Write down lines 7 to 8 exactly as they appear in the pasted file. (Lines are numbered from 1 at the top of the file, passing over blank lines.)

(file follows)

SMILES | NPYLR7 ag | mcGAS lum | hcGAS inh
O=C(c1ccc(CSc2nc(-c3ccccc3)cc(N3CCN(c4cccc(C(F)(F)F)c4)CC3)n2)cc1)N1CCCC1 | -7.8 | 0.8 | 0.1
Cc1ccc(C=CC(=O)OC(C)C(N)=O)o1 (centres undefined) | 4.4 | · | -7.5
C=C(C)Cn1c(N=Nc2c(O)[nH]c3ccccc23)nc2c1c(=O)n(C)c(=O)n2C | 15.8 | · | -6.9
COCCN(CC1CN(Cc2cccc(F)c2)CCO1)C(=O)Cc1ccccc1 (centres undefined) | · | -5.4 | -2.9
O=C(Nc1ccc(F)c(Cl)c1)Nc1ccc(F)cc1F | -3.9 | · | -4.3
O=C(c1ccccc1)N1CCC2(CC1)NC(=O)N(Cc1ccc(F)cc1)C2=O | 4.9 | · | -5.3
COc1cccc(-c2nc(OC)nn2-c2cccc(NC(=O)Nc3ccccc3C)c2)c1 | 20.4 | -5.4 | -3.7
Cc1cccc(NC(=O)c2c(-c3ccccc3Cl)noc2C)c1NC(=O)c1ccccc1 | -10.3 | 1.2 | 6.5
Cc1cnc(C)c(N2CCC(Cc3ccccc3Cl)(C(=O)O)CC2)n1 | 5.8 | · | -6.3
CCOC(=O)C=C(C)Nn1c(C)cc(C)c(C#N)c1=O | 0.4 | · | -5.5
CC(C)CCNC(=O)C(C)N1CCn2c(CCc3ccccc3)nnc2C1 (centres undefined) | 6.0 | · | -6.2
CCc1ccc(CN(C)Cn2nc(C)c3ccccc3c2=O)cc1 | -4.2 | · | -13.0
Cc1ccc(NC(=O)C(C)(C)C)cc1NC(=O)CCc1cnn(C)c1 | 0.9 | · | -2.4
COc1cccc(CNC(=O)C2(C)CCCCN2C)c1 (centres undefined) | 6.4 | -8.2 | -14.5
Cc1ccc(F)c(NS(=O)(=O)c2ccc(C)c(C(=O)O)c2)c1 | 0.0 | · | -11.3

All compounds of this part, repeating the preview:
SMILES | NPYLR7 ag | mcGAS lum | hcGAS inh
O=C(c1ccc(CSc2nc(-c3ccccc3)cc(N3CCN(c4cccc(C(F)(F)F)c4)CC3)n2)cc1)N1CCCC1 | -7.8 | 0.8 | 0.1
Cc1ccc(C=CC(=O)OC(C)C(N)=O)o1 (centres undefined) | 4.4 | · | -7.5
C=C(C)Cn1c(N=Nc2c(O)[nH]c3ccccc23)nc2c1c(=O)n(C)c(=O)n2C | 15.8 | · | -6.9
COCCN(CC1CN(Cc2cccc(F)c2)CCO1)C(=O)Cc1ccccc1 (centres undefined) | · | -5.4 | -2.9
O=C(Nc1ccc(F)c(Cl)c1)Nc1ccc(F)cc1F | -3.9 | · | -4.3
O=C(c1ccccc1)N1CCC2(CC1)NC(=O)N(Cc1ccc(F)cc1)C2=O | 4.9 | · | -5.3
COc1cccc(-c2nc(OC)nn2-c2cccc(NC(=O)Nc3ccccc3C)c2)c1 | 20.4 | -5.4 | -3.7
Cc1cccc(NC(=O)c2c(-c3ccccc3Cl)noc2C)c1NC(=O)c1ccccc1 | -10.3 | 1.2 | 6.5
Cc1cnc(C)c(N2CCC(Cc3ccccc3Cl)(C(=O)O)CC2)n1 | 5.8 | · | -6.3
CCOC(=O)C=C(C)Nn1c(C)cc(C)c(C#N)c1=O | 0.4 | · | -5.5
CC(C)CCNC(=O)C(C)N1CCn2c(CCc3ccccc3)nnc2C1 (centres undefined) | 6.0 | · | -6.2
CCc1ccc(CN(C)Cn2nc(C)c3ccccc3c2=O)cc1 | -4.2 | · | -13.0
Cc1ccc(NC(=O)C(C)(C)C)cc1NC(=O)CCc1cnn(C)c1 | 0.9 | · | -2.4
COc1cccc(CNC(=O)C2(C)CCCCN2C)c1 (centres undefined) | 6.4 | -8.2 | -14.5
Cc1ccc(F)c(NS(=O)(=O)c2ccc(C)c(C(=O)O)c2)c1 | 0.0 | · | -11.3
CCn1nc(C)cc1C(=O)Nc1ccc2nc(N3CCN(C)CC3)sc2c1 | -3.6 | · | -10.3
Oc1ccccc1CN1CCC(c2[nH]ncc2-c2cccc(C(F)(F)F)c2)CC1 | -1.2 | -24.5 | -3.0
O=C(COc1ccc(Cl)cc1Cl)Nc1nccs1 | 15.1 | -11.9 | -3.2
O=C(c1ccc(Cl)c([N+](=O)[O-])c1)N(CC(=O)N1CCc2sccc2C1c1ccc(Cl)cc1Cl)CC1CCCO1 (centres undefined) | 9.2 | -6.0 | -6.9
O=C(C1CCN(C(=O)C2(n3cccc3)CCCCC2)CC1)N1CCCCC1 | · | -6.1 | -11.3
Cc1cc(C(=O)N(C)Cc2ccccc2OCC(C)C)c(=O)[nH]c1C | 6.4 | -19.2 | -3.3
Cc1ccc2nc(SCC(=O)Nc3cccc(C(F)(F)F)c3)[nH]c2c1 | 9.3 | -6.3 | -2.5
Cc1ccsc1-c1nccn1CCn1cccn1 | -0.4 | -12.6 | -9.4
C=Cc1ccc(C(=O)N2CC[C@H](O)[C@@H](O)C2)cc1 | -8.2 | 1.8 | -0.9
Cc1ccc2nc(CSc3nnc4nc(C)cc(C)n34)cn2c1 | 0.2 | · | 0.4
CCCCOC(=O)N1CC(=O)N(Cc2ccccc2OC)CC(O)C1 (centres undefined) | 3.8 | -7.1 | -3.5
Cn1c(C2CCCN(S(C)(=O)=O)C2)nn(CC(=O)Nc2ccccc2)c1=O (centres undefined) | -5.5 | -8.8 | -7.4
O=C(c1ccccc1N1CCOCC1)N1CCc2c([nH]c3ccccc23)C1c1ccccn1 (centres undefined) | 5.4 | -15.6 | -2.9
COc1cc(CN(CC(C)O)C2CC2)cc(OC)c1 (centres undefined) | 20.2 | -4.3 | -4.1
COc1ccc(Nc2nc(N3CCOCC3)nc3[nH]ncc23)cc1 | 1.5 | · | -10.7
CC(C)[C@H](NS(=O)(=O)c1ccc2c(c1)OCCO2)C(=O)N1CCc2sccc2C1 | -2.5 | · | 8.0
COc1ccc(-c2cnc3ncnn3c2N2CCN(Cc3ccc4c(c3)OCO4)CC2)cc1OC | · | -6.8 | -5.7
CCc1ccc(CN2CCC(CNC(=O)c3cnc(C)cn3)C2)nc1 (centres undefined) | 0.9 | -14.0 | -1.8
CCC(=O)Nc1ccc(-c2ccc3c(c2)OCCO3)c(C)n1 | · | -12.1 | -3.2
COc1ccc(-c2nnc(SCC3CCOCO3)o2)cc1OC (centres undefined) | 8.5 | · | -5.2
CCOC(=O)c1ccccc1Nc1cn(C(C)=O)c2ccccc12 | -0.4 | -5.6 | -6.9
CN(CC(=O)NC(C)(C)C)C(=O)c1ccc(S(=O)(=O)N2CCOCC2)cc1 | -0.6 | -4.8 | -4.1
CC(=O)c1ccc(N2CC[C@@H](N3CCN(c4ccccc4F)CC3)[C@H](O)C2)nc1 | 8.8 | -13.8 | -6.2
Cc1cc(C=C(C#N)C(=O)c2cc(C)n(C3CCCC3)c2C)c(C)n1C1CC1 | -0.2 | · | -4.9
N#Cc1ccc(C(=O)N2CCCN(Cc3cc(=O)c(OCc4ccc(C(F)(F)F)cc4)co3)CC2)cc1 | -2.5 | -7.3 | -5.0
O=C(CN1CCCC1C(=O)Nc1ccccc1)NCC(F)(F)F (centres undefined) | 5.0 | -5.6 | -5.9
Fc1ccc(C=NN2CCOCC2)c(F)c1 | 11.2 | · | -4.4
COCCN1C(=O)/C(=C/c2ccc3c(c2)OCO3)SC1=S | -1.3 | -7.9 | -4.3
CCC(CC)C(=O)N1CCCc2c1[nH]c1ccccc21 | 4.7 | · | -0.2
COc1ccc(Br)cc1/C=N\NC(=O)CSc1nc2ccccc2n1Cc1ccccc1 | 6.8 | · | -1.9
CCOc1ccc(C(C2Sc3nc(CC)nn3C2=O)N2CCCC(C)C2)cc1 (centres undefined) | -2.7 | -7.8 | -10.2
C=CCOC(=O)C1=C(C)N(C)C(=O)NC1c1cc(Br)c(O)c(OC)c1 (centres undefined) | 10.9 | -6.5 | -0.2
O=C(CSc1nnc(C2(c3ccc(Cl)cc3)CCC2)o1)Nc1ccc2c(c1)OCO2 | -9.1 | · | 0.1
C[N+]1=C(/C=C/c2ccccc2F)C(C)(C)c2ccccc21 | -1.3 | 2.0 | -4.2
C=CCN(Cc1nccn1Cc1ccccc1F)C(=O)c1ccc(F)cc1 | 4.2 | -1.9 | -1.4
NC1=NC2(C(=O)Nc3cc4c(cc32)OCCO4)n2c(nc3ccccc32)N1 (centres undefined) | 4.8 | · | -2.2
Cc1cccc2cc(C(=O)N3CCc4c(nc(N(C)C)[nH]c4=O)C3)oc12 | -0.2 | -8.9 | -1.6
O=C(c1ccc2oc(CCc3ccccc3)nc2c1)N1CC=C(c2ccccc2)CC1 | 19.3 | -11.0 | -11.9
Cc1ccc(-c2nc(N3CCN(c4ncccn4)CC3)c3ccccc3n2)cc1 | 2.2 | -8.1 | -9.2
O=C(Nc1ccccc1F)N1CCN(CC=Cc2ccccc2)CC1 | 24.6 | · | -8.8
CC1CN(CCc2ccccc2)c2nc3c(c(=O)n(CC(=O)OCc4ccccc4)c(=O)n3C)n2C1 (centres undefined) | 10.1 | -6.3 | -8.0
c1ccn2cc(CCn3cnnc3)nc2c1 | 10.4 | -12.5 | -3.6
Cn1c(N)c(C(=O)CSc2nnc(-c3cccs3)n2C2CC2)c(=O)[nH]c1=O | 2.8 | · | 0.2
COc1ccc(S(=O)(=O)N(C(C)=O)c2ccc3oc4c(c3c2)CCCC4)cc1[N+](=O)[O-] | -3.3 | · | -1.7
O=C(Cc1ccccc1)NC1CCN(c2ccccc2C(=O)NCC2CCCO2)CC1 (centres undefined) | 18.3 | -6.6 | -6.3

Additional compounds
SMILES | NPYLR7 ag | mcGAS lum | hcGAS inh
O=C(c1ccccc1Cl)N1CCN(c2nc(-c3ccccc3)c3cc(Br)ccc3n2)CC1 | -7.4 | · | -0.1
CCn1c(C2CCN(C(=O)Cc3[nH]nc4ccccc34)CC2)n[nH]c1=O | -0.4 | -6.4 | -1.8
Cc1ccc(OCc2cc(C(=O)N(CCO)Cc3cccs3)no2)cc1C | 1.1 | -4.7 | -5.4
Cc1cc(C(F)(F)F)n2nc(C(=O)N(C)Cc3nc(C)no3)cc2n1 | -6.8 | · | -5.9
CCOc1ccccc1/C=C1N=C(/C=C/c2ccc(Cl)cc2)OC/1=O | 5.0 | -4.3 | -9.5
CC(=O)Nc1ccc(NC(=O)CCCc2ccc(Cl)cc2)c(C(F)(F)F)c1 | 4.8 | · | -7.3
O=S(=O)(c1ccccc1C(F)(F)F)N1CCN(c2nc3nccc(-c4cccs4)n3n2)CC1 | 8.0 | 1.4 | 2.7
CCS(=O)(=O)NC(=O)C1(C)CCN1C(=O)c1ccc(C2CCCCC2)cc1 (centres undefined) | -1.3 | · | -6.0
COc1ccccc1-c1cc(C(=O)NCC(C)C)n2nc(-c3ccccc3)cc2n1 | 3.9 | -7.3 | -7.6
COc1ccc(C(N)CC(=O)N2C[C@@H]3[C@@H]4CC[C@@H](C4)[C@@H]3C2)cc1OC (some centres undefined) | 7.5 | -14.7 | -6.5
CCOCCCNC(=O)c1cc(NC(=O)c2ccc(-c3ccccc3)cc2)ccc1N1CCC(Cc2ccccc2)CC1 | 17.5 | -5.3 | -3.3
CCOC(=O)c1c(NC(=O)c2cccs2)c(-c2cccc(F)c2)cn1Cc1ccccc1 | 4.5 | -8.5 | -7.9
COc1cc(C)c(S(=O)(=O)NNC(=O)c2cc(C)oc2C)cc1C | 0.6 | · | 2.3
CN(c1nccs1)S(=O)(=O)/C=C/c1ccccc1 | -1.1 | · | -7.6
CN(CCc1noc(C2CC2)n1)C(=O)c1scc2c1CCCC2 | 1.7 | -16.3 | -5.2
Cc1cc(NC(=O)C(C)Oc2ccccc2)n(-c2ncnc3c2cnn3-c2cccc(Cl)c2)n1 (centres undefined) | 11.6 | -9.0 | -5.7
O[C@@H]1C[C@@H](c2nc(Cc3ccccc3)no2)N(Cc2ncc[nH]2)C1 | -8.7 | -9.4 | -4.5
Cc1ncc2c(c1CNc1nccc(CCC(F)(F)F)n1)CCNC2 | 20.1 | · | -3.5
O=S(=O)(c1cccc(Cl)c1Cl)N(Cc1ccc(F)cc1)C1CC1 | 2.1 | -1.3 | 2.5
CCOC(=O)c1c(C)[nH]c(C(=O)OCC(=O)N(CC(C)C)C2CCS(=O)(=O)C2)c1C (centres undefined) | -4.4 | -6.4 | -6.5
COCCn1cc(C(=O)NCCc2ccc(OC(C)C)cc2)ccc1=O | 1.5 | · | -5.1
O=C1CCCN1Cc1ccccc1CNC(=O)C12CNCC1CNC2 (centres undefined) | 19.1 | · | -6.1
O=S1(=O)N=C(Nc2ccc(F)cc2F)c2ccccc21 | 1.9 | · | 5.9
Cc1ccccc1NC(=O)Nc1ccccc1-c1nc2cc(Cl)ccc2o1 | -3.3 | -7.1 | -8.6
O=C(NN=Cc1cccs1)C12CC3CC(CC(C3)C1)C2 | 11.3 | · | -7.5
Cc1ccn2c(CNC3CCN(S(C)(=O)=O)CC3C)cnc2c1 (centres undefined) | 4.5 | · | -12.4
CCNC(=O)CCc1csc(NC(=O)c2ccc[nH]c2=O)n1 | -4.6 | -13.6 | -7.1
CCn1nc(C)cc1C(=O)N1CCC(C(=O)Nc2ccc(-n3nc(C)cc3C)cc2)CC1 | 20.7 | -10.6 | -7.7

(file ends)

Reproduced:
O=C(c1ccccc1)N1CCC2(CC1)NC(=O)N(Cc1ccc(F)cc1)C2=O | 4.9 | · | -5.3
COc1cccc(-c2nc(OC)nn2-c2cccc(NC(=O)Nc3ccccc3C)c2)c1 | 20.4 | -5.4 | -3.7